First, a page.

public class Bar : IBar, IStartable
{
public Bar()
{
Console.WriteLine("Bar()");
}

public bool IsStarted { get; private set; }

public void Start()
{
IsStarted = true;
Console.WriteLine("Bar.Start()");
}

public void Foo()
{
Console.WriteLine("Bar.Foo()");
}
}

The code which uses the StartableStrategy is also very simple.

// Create the catalog which will be intercepted
var catalog = new TypeCatalog(typeof(Bar), typeof(Foo));

// Create interception configuration
var cfg = new InterceptionConfiguration()

// Add catalog wide startable interceptor
.AddInterceptor(new StartableStrategy());

// Create the InterceptingCatalog with above configuration
var interceptingCatalog = new InterceptingCatalog(catalog, cfg);

// Create the container
var container = new CompositionContainer(interceptingCatalog);

var barPart = container.GetExportedValue<IBar>();

Because the IBar part implements the IStartable interface, it will have its Start method called as part of GetExportedValue call. This example concludes the basics of using InterceptingCatalog. Lets move on to the next interception example which uses Castle.DynamicProxy to create proxies for objects. We will add logging capabilities to the IFoo part. We do not want to log method execution on the IBar part, so we are going to leverage the per part interception. The IFoo part looks identical to the IBar part, except it is decorated with ExportMetadata attribute, which tells the system that we want to log method execution on that part.

public interface IFoo
{
void Bar();
}

[Export(typeof(IFoo))]
[ExportMetadata("Log", true)]
public class Foo : IFoo, IStartable
{
public Foo()
{
Console.WriteLine("Foo()");
}

public bool IsStarted { get; private set; }

public void Bar()
{
Console.WriteLine("Foo.Bar()");
}

public void Start()
{
IsStarted = true;
Console.WriteLine("Foo.Start()");
}
}

Next comes the logging interceptor which implements Castle's IInterceptor interface.

public class LoggingInterceptor : IInterceptor
{
public void Intercept(IInvocation invocation)
{
Console.WriteLine("--- LOG: About to invoke [{0}] on [{1}] ---",
invocation.Method.Name,
invocation.InvocationTarget.GetType().Name);

// Invoke the intercepted method
invocation.Proceed();

Console.WriteLine("--- LOG: Invoked [{0}] ---", invocation.Method.Name);
}
}

The interceptor simply prints information to the console before and after a method execution. The code which puts this sample together is almost a copy of the previous bootstrapping code:

var catalog = new TypeCatalog(typeof(Bar), typeof(Foo));

// Create interception configuration
var cfg = new InterceptionConfiguration()

// Add Castle DynamicProxy based logging interceptor for parts
// which we want to be logged
.AddInterceptionCriteria(
new PredicateInterceptionCriteria(
new DynamicProxyInterceptor(new LoggingInterceptor()), def =>
def.ExportDefinitions.First().Metadata.ContainsKey("Log") &&
def.ExportDefinitions.First().Metadata["Log"].Equals(true)));

// Create the InterceptingCatalog with above configuration
var interceptingCatalog = new InterceptingCatalog(catalog, cfg);

// Create the container
var container = new CompositionContainer(interceptingCatalog);

var barPart = container.GetExportedValue<IBar>();
barPart.Foo();

var fooPart = container.GetExportedValue<IFoo>();
fooPart.Bar();

Because we wanted to apply the logging interceptor on a per part basis, we use the AddInterceptionCriteria method, and pass the PredicateInterceptionCriteria instance. The PredicateInterceptionCriteria object takes any instance implementing the IExportedValueInterceptor interface along with a predicate which is used to determine which parts should be intercepted with the given interceptor. In the above example we intercept all parts declaring Export metadata named Log which equals to True. Note that our logging interceptor is based on Castle.DynamicProxy. To use it with the catalog, we need to wrap it with DynamicProxyInterceptor which implements IExportedValueInterceptor and can take any number of IInterceptor implementations. The sample produces the following output:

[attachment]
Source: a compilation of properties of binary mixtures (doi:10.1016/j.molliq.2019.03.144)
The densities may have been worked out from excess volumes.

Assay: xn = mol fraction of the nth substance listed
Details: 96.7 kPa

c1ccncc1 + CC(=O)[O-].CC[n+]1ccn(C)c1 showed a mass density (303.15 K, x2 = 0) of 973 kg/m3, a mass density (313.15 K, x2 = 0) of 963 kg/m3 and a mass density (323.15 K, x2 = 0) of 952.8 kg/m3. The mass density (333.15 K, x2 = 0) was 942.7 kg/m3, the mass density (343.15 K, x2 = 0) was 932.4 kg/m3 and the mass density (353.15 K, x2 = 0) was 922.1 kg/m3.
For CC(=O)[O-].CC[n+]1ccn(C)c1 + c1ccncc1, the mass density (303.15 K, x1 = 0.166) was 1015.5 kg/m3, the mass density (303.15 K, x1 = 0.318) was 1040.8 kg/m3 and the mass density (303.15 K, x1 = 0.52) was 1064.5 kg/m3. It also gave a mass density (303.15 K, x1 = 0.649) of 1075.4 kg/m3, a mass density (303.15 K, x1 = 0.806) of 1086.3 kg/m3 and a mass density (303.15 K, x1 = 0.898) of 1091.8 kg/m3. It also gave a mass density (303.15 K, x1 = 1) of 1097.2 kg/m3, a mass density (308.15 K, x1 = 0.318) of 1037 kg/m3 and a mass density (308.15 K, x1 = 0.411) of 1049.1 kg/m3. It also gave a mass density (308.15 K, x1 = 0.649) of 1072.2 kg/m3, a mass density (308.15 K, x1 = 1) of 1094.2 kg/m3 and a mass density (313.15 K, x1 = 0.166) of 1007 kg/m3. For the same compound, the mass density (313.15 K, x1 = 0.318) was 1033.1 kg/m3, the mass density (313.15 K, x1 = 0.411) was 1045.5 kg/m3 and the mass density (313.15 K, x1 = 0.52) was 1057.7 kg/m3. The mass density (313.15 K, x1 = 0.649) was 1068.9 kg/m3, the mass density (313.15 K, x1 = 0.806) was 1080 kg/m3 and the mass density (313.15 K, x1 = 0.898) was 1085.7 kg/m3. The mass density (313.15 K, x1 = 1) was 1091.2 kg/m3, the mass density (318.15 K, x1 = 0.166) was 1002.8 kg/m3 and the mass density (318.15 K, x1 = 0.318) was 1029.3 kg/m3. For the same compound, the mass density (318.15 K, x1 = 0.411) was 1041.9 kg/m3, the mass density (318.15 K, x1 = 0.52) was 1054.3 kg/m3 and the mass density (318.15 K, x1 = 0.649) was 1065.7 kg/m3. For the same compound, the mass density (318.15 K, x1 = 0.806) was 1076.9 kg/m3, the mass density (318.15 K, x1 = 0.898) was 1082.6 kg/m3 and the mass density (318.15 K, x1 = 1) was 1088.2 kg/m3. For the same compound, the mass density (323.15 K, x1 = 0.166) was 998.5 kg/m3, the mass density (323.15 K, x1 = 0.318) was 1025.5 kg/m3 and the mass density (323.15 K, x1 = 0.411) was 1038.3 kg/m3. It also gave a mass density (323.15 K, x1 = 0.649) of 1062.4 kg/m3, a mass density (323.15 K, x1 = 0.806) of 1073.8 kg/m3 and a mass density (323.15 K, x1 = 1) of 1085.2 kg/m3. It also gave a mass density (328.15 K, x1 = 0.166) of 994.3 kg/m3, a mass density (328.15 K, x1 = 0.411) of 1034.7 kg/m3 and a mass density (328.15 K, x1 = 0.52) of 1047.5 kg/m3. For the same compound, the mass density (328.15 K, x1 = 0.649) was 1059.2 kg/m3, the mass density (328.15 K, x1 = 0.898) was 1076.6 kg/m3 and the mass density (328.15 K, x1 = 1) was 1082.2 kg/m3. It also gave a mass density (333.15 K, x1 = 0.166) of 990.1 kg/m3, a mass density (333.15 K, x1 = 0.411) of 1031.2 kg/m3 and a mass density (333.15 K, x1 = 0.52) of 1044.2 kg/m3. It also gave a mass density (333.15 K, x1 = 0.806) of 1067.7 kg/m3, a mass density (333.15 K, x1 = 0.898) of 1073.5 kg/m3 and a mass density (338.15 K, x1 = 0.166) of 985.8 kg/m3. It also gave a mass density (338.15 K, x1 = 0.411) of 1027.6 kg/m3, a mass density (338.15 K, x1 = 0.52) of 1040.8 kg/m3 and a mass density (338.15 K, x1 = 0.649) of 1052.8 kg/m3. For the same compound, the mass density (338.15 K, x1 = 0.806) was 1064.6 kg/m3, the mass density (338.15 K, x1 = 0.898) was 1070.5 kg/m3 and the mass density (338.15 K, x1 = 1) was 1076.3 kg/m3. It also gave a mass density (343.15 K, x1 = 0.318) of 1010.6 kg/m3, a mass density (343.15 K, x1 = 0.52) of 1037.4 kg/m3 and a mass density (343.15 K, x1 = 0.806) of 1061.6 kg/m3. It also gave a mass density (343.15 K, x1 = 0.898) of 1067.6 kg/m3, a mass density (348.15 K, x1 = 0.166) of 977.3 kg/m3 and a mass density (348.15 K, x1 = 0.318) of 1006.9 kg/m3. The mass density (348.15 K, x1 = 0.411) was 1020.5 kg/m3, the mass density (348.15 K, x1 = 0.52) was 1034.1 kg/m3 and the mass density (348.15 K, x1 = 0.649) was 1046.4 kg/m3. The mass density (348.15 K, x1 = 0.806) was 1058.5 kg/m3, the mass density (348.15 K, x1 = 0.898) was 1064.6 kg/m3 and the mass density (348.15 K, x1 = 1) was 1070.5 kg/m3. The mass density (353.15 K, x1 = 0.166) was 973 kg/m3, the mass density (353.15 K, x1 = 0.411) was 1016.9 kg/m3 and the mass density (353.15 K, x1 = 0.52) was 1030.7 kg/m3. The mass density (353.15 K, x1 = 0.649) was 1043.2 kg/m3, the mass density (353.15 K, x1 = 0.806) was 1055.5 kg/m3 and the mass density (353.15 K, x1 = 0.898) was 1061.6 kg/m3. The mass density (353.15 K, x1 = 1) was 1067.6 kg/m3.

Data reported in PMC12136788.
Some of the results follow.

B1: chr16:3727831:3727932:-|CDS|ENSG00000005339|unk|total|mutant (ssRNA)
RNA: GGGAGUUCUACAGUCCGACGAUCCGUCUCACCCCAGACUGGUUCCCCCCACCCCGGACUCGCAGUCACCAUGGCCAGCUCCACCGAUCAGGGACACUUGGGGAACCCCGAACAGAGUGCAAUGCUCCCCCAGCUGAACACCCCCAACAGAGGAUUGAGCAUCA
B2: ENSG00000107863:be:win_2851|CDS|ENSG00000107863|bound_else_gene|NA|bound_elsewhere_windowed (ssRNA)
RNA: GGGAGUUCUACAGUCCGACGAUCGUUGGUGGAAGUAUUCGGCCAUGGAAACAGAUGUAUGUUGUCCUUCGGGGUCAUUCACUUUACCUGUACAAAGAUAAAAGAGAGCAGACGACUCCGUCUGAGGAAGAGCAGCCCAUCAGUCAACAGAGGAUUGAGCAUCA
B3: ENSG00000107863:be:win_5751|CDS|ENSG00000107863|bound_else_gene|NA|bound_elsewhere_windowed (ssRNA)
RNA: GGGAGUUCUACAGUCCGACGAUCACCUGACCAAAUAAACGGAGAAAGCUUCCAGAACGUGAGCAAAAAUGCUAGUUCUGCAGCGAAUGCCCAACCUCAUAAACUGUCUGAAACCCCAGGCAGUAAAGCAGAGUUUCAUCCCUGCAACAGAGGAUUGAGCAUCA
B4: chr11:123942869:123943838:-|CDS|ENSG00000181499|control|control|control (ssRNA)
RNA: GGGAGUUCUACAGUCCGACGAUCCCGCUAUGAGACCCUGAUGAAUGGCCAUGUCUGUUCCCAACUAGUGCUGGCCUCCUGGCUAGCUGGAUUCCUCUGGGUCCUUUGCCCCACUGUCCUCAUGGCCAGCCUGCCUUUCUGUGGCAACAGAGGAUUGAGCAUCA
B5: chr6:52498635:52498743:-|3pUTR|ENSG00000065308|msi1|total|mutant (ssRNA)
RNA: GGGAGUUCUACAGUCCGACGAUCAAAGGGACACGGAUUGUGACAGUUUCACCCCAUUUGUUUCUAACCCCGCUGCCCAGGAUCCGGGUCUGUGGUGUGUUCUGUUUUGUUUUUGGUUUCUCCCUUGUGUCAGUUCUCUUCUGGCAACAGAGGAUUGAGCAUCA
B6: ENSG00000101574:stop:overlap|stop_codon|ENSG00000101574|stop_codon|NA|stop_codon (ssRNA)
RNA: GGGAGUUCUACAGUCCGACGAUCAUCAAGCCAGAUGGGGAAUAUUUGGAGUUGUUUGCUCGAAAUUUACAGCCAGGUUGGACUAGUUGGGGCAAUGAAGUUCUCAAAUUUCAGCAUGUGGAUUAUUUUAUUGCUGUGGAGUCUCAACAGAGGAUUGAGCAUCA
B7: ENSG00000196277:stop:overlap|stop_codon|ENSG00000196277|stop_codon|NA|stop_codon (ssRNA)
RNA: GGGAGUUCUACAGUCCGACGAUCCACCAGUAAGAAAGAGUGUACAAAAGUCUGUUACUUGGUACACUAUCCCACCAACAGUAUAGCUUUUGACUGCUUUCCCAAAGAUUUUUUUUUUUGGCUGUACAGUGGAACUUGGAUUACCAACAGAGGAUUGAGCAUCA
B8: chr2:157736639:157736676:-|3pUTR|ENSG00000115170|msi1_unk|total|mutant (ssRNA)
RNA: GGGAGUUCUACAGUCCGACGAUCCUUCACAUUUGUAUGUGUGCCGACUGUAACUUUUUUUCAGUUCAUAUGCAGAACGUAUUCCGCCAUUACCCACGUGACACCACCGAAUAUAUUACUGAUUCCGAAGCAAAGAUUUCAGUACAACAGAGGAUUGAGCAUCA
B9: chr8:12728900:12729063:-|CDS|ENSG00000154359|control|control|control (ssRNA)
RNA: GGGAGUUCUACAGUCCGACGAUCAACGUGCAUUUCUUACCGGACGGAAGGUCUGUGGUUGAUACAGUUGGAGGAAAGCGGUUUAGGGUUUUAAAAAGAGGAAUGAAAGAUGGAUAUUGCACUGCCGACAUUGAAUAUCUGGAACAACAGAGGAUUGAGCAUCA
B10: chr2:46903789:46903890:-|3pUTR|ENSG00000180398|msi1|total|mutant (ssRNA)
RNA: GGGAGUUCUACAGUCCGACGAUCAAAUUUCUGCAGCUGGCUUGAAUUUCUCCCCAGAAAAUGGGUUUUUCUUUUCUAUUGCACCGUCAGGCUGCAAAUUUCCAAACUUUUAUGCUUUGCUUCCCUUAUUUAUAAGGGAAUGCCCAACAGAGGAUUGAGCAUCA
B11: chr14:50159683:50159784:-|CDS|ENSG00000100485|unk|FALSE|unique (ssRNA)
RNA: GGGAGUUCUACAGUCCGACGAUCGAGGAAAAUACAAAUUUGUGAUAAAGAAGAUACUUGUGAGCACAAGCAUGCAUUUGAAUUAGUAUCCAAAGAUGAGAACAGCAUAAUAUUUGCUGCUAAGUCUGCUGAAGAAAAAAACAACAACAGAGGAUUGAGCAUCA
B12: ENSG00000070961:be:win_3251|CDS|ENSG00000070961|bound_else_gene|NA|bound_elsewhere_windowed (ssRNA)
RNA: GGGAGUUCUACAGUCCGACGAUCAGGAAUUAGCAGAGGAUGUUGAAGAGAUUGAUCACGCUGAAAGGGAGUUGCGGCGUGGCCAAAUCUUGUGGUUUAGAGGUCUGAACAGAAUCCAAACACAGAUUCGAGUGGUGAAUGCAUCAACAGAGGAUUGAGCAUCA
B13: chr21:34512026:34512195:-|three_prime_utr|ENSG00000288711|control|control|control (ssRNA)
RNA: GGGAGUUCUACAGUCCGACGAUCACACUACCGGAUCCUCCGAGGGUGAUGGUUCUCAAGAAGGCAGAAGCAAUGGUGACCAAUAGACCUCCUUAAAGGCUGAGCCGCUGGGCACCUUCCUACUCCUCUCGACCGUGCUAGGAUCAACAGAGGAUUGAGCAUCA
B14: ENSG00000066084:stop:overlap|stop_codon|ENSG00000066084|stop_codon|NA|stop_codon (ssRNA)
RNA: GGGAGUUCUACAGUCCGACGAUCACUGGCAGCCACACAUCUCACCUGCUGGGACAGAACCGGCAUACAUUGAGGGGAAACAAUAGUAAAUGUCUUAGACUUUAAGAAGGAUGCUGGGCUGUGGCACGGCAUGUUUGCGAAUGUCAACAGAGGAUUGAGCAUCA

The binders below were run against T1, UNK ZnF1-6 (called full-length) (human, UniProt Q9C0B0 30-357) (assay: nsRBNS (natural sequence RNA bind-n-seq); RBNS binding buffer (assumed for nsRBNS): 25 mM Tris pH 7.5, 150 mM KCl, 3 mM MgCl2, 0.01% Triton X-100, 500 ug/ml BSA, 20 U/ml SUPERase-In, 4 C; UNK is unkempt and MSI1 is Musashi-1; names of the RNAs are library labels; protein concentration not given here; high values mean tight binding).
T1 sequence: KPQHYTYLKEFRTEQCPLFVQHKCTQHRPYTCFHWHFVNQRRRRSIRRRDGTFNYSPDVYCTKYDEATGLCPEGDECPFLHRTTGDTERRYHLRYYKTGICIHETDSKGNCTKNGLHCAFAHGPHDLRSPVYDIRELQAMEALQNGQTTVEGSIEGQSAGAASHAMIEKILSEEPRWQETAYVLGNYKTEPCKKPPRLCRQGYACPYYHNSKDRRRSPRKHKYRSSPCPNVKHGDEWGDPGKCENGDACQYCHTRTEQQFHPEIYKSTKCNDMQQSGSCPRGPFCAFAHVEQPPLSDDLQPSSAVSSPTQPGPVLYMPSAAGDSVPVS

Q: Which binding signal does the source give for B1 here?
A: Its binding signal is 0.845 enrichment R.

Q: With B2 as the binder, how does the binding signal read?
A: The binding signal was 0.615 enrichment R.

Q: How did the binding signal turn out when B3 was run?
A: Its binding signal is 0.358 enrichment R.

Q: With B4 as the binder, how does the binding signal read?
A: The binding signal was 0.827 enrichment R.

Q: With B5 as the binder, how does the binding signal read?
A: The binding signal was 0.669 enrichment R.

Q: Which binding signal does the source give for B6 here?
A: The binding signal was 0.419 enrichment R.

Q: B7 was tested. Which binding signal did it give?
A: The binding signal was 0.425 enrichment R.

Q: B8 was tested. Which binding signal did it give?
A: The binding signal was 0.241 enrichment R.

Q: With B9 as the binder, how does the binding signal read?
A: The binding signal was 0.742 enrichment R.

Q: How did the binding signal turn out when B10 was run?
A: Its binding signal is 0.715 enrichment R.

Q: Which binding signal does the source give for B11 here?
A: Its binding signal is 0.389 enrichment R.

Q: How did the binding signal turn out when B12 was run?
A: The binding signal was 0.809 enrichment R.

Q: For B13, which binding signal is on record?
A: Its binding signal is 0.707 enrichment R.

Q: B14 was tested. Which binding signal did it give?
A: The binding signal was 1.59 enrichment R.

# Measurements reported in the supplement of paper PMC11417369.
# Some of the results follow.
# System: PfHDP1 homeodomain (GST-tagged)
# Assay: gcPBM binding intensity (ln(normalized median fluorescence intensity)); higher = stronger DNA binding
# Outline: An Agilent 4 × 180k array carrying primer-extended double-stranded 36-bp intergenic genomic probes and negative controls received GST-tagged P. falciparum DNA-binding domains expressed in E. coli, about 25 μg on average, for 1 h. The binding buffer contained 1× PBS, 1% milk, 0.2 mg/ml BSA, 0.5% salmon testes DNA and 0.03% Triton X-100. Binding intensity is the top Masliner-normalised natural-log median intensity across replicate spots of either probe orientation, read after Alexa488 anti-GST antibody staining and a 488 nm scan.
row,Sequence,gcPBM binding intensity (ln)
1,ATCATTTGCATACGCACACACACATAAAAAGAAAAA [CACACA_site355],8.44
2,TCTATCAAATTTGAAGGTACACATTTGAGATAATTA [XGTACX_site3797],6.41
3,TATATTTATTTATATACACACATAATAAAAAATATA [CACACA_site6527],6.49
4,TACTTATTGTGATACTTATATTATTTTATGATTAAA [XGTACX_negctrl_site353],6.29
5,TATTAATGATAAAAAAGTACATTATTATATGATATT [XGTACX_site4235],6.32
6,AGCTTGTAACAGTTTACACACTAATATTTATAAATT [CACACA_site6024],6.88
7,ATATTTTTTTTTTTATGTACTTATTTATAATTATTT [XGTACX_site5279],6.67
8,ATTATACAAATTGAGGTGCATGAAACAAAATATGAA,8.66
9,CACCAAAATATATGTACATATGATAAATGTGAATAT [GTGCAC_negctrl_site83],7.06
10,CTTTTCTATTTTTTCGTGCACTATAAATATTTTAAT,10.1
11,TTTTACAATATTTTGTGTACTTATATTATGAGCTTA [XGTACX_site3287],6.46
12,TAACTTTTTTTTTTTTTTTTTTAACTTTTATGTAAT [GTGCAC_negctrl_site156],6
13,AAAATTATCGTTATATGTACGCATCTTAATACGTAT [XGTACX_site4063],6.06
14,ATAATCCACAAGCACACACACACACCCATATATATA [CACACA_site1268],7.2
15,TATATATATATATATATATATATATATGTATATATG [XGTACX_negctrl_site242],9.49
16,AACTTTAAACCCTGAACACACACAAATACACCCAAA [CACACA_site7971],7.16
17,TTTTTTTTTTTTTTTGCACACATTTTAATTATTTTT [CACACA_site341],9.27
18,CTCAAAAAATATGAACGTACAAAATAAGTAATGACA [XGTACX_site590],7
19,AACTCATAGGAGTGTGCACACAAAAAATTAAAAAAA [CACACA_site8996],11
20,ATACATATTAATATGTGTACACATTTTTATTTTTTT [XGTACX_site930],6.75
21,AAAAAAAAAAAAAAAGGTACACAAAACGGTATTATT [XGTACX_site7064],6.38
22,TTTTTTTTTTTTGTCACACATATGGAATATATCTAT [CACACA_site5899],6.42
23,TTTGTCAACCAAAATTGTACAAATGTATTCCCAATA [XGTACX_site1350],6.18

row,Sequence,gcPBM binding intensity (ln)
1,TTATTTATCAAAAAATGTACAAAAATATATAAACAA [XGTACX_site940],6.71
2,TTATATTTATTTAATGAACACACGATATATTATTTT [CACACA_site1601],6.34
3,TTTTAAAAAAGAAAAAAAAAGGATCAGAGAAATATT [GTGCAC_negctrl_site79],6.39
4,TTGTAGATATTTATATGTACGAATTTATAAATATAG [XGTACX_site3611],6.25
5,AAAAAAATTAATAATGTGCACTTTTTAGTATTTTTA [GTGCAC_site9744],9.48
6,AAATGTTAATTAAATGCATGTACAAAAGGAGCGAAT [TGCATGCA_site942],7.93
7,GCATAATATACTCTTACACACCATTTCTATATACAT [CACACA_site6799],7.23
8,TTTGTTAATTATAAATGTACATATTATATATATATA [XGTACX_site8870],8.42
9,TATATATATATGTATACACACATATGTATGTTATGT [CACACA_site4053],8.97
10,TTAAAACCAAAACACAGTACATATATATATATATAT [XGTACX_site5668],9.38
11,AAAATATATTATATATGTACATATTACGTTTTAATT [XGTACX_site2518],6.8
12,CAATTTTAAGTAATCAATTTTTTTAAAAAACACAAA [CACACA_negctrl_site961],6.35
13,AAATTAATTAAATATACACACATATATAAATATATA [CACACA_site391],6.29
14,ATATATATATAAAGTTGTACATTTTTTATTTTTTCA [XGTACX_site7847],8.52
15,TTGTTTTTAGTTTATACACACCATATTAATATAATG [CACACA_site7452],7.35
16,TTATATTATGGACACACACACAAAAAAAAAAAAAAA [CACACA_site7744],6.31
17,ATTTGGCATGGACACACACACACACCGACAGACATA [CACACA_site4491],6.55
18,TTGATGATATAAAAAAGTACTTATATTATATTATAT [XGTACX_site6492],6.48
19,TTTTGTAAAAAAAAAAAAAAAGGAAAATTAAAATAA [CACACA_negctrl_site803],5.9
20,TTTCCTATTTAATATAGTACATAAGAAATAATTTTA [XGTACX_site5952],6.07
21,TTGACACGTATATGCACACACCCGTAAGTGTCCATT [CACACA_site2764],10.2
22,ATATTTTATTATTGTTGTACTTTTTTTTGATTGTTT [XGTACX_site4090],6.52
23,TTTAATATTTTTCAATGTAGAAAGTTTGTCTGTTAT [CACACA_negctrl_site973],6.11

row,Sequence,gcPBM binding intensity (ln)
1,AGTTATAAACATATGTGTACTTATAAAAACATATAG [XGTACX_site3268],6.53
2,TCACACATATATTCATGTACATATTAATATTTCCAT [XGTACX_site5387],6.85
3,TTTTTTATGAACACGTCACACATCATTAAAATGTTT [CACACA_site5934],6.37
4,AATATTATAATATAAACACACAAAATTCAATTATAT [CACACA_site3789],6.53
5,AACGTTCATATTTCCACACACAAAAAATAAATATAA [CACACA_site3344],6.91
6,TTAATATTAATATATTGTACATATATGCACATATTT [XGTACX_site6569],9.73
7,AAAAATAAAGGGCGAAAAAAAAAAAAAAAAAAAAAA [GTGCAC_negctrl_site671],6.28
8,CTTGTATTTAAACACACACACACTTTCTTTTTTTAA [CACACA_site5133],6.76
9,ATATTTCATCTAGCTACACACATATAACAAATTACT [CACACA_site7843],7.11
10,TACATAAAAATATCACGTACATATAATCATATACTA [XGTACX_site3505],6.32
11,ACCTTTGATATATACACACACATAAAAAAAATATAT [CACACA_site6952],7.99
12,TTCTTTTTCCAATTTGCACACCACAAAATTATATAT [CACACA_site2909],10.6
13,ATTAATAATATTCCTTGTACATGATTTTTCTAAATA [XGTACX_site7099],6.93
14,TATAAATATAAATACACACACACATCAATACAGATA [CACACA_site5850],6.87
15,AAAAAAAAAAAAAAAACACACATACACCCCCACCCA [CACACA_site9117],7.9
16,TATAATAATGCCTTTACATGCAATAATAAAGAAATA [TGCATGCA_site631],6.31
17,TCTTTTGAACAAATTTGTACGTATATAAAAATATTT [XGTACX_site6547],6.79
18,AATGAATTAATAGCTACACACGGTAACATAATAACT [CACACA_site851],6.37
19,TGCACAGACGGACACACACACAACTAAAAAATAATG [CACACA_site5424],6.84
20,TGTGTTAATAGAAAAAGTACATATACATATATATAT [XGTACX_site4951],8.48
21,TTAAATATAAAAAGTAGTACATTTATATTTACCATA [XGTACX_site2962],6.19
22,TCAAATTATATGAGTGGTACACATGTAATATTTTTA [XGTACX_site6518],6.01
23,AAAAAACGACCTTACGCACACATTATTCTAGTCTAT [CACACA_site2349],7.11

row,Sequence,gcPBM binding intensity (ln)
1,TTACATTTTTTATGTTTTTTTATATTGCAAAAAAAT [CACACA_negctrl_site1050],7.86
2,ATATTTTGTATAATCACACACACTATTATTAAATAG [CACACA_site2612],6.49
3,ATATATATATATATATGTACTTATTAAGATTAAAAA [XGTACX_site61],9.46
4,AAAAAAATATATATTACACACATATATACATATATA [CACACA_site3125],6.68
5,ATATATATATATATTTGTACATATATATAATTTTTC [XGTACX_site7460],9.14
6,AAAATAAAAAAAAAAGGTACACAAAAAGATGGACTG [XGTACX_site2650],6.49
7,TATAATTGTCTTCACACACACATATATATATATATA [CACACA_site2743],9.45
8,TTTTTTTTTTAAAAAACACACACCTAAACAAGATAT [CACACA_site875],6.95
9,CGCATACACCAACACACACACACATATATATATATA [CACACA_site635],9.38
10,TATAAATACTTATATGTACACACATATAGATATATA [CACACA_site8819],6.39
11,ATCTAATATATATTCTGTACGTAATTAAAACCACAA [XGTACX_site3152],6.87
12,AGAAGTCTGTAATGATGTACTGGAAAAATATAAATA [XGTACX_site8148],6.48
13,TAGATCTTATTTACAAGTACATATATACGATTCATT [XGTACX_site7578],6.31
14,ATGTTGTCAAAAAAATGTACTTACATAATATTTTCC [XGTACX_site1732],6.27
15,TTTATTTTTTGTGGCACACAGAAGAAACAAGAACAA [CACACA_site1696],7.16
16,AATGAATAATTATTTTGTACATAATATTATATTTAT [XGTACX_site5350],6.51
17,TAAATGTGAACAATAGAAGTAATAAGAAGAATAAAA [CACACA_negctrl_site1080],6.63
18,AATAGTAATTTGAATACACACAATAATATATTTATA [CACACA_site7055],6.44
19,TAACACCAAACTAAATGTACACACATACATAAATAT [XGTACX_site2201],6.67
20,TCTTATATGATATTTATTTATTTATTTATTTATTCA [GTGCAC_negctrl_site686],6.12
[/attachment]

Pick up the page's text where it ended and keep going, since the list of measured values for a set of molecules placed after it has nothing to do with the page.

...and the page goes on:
Interception


You can see that indeed the logging interceptor has only been applied to the IFoo part. Please note also that the IFoo has actually been intercepted by a chain of two interceptors, the StartableStartegy and the LoggingInterceptor (although the above sample code omits the first one for clarity). This forms a processing pipeline similar to pipelines found in regular IoC containers. This is all about interception in MEF. You can download sample code from my code gallery here. In the next post I will look at filtering capabilities. Stay tuned!

5 comments:

alh said...

Many thanks. It's just this sort of explanation that is lacking in MefContrib. Would love to see more of them!

alh said...

If you export Foo instead of IFoo, you will get an "unable to cast" error.

As with nearly all MEF error messages, this one is unhelpful...

"Cannot cast the underlying exported value of type 'MefContrib.Samples.Interception.Foo (ContractName="MefContrib.Samples.Interception.Foo")' to type 'MefContrib.Samples.Interception.Foo'."

Piotr Włodek said...

You would have to implement your own Castle DynamicProxy interceptor which supports class interception. The one shipped with MefContrib is suitable for interface interception only.

Piotr

gius said...

Hi, thank you for the InterceptingCatalog!

I have made a small addition to it so that you can use Unity as a proxy so that EntLib's PIAB attributes/interceptors work with MEF just like it was Unity.
You can check it here: http://baud.cz/blog/unity-entlib-interceptors-in-mef and if possible, add it to MEFContrib.

sanja.melnichuck said...

Hi. First thanks for very nice article. I have one question when i try to move your demo to asp.net mvc app i got an error:
"Cannot cast the underlying exported value of type 'MefContrib.Samples.Interception.Foo (ContractName="MefContrib.Samples.Interception.Foo")' to type 'MefContrib.Samples.Interception.Foo'."
I dont now why but its work at simple app and dont work at asp.net mvc app (